He walked up and down the aisles, selling hot dogs by the dozens. That was his public job with the Spinners. Behind the scenes, he doubled as the franchise’s clubhouse manager for many years.
During the game he was the “Dogman.” After the game he was the guy who washed the dirty uniforms and kept the clubhouse clean. One night, on a tight deadline, I was trying to find a player to interview.
The player was nowhere to be found. Finally, with the minutes ticking away, I ran into the “Dogman.” I asked if he knew where the player was. He pointed through some doors. I walked into the room and interviewed the player.
One problem. Christman directed me to the trainer’s room, an area off-limits to the media. No one complained to me, but I heard the “Dogman” was barked at by a Red Sox official.
For a long stretch soon after the Spinners moved into LeLacheur Park, the sun seemed to always shine on game day. The team managed to avoid a home rainout for an extended period of time. I made notice of the lucky streak in a column.
A day or two later, of course, rain began to fall in Lowell. Then it came down harder. That night’s game was rained out.
The general manager of the Spinners, Shawn Smith, laughed at the timing of my column. But Smith wasn’t laughing when, over the next handful of years, the clouds hovered over LeLacheur every time I was assigned to cover a game.
It got so bad that when I walked into the press box, one of the official scorers, Dave Rourke, would groan when he saw me: “Oh, no, Scanlon’s here. Here comes the rain.”
Often it would rain, including one night when a storm arrived above the Merrimack. Minutes after ominous clouds formed, as a downpour was unleashed, ferocious winds pushed the bouncy house over the fence next to the left field line. It then tumbled all the way across the field and into the right field corner. Luckily, the last child was evacuated right before it became airborne.
In an effort to stop the Scanlon jinx, Smith suggested a promotion: I was to walk backwards onto the field — while next to a goat — just prior to a first pitch. Not sure why, but it never happened. One of the great regrets of my career.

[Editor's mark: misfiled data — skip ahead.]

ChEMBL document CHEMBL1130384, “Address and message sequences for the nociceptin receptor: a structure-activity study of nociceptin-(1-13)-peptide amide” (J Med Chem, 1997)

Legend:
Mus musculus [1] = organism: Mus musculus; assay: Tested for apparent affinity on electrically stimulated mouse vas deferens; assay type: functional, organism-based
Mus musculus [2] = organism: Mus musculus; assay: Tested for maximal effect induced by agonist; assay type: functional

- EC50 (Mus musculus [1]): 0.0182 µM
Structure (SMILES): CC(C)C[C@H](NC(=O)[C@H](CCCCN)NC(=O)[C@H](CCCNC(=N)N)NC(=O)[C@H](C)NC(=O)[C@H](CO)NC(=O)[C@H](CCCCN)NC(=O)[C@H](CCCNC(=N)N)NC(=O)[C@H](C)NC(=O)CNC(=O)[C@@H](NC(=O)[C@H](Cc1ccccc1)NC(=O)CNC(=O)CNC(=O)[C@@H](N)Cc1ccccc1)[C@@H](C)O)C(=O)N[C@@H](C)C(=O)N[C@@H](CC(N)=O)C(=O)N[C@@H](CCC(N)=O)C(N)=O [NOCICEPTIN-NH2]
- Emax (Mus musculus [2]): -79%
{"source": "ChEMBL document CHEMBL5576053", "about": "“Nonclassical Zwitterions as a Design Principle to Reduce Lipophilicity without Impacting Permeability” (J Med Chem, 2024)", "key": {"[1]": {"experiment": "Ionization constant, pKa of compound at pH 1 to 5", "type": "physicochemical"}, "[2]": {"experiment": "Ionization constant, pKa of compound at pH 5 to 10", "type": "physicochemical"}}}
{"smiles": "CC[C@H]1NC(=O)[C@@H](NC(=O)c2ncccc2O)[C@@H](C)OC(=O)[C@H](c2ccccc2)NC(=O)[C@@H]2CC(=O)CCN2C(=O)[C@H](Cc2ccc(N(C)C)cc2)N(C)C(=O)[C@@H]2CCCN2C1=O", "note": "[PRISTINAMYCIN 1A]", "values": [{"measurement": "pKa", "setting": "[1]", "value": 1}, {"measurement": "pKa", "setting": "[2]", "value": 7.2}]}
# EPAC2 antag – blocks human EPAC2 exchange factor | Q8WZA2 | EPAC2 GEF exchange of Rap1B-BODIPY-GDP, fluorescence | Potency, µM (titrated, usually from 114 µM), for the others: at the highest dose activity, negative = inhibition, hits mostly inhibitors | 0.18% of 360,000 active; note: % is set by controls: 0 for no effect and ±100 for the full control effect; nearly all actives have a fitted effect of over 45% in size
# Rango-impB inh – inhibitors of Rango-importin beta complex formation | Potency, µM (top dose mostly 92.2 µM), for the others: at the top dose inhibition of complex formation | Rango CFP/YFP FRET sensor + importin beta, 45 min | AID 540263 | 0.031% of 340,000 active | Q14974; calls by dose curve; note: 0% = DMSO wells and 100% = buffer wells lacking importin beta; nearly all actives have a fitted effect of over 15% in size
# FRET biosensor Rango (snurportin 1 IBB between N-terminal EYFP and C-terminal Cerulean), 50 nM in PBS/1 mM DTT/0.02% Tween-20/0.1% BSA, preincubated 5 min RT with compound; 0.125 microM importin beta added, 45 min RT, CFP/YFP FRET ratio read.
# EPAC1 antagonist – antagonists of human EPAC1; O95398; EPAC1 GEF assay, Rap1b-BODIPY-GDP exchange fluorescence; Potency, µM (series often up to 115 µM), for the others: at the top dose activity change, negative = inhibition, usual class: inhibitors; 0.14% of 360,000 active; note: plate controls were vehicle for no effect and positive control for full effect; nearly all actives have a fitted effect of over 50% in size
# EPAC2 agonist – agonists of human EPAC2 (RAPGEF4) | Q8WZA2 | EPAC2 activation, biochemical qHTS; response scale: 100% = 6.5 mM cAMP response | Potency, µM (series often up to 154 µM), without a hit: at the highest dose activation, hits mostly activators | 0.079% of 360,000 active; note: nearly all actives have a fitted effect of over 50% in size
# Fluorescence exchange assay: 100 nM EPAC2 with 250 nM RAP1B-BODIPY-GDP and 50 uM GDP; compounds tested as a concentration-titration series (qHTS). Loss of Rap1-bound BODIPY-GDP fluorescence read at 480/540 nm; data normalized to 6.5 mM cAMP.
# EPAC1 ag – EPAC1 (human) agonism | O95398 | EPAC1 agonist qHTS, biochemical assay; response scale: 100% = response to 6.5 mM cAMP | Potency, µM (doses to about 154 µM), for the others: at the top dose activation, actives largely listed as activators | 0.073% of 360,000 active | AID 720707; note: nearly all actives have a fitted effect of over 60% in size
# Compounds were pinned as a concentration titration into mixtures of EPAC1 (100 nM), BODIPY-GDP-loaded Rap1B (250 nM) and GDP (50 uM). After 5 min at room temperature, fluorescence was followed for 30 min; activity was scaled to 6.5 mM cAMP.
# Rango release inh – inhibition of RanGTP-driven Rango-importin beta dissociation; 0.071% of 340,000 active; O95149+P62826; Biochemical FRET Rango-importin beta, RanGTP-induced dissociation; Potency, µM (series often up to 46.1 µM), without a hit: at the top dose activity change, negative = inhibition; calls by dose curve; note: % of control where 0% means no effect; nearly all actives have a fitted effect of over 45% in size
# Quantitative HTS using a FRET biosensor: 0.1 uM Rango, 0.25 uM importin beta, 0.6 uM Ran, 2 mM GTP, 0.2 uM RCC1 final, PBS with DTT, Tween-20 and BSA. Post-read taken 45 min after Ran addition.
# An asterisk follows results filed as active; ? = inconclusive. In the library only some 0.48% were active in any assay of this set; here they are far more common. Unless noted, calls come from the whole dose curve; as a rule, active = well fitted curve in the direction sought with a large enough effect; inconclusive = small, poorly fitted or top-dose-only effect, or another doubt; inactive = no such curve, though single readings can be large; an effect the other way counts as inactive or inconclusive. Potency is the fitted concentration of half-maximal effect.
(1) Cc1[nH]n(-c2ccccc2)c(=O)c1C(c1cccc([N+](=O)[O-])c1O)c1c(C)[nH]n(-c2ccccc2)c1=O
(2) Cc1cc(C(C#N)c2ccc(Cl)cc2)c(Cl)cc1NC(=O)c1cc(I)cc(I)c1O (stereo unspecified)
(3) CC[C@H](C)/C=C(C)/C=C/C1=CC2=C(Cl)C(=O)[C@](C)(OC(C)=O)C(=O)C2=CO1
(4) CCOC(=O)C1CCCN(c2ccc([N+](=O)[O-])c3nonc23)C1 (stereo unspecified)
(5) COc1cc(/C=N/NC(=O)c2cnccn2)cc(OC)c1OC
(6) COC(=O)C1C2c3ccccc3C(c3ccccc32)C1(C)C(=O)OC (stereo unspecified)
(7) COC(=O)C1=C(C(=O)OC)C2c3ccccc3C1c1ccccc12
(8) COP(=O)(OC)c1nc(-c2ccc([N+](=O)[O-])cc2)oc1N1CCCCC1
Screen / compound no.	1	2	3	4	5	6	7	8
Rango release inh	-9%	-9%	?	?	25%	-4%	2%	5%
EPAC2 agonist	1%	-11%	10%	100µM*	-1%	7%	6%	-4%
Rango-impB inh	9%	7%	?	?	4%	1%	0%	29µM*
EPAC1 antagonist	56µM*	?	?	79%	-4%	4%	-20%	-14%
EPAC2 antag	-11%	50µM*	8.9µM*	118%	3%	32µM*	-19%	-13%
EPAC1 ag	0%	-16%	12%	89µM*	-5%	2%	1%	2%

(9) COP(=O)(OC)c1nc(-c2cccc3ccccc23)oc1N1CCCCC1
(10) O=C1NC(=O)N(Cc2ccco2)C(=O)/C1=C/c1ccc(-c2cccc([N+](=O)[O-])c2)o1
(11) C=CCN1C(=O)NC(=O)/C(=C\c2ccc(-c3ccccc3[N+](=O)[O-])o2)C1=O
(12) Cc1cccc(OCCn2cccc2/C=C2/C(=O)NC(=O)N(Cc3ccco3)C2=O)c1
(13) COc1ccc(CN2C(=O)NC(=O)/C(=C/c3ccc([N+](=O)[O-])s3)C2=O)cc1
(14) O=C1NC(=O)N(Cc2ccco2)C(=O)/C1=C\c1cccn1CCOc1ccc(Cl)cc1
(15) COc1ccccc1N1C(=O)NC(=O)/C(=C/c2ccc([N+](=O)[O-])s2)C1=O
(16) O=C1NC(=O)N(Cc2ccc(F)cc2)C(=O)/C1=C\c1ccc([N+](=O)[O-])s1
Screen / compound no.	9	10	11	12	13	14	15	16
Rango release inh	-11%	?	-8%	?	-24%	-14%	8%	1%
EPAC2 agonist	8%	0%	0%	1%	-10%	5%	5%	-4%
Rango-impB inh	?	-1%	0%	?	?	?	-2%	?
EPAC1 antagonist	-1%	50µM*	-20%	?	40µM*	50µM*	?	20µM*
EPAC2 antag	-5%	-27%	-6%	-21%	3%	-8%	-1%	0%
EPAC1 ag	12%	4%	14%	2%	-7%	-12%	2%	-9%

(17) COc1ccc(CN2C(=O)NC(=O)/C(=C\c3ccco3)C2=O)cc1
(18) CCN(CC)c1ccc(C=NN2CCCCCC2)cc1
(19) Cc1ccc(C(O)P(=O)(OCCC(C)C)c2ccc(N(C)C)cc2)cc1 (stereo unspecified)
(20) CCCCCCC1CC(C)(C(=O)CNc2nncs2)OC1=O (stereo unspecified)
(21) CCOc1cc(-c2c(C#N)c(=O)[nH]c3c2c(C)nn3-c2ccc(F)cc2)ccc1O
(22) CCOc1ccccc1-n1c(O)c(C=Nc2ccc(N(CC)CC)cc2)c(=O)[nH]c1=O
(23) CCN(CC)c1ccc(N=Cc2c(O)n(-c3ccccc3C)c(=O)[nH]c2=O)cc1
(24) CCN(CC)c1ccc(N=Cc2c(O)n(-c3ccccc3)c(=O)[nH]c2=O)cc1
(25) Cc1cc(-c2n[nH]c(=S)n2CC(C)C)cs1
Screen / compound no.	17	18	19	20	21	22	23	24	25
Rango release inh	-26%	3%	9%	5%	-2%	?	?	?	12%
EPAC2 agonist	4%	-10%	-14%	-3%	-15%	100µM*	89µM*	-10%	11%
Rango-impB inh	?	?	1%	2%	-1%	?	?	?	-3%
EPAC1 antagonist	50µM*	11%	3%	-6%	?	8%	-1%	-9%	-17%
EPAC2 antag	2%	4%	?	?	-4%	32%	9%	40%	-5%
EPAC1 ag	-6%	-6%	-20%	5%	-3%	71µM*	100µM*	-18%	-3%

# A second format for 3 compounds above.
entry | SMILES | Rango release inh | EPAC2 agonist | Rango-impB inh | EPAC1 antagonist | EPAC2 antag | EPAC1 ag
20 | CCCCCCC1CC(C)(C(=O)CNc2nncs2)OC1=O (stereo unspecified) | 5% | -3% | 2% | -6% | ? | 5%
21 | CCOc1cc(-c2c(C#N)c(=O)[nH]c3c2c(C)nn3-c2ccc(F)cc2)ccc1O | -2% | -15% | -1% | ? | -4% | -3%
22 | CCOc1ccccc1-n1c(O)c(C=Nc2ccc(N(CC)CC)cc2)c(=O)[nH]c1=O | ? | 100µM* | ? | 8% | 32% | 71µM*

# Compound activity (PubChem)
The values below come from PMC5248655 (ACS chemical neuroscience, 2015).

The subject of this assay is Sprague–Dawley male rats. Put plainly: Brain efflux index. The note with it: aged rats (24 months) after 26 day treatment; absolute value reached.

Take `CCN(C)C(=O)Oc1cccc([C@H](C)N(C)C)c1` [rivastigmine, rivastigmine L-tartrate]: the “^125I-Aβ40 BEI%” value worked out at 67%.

The night we ran into manager Jon Deeble at The Old Court in downtown Lowell. Always liked Deeble. Liked him even more after the Australia native tipped back a few beers with a few of us from The Sun. … The time I was on the field prior to a game when boxer Peter McNeeley was to throw out the first pitch. Another night at a minor league ballpark except for one thing: McNeeley was hammered. Fighting Mike Tyson was courageous, but managing to throw the ball to a catcher while being more than half in the bag was impressive. … The kindness of former owners Drew and Joann Weber. Great owners, better people. … The summer I served as the analyst for Spinners’ home games with WCAP play-by-play announcer Ryan Johnston, a true pro. … The 1999 post-game exchange I had with Dominican Republic native Cesar Saba. Walking into the locker room, I noticed Saba looked lonely sitting at his locker. I decided to talk to him in Spanish. “Manos de Piedra,” I said. Saba’s eyes lit up. He had found a friend far from home. Unfortunately, the nickname (Hands of Stone) of boxer Roberto Duran was about all the Spanish I knew. Saba looked at me. I shrugged my shoulders and walked away. Call it a strikeout.